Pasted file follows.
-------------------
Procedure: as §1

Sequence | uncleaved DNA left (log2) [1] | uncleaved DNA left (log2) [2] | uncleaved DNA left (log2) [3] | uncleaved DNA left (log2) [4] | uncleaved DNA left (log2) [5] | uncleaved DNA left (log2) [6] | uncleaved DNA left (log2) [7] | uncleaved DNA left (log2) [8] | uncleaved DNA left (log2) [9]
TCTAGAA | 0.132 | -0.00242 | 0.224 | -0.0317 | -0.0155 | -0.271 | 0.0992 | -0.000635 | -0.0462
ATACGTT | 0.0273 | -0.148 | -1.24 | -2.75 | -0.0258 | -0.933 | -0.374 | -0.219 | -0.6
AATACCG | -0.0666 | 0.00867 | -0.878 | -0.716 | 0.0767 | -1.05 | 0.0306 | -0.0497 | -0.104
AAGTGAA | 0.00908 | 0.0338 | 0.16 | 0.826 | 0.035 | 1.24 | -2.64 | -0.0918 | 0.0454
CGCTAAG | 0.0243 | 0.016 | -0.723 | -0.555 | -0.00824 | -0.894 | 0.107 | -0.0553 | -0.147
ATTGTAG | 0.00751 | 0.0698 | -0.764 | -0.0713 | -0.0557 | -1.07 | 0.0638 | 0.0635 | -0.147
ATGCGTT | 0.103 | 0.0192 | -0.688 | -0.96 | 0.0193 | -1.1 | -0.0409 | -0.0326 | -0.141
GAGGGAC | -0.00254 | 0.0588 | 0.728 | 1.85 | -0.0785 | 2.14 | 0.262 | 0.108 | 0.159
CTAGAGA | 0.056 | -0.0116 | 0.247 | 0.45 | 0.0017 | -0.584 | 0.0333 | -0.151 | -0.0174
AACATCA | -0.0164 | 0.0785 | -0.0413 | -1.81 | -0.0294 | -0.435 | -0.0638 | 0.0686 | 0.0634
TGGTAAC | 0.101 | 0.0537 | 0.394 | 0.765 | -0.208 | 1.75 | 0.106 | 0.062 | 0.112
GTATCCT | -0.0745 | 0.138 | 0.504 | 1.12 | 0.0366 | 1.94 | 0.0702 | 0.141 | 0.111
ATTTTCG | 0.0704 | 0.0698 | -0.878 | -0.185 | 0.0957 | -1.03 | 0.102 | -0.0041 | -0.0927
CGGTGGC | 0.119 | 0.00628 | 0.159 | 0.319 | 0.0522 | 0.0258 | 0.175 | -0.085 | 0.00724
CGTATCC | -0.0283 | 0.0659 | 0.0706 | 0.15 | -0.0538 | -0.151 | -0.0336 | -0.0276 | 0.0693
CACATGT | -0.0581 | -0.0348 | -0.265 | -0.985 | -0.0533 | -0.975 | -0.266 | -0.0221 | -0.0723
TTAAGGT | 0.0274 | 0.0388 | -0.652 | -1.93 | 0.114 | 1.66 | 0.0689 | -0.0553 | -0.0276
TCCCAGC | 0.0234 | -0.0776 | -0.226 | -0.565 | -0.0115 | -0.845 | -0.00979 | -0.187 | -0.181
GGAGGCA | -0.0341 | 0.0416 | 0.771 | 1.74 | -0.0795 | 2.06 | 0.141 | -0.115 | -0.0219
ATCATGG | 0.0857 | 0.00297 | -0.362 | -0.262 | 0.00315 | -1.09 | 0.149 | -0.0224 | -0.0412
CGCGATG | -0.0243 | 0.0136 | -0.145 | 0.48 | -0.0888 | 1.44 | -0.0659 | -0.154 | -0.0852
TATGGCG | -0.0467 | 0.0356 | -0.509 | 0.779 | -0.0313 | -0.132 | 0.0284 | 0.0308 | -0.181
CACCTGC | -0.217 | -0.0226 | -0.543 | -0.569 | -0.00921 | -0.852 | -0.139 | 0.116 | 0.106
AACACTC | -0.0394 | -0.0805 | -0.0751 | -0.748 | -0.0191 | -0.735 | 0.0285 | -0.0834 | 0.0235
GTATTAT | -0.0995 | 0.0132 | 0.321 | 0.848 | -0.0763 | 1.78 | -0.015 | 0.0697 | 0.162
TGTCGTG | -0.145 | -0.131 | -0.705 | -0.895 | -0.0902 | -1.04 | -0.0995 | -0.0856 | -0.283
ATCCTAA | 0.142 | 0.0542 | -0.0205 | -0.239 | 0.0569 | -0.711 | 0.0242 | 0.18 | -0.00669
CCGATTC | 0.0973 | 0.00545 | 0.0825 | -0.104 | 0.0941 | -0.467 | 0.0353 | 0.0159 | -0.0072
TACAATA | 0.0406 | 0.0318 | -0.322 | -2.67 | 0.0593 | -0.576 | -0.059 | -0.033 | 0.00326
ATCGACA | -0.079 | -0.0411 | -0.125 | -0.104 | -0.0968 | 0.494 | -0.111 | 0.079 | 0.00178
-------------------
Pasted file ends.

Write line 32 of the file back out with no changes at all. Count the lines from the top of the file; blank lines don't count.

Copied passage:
ATCGACA | -0.079 | -0.0411 | -0.125 | -0.104 | -0.0968 | 0.494 | -0.111 | 0.079 | 0.00178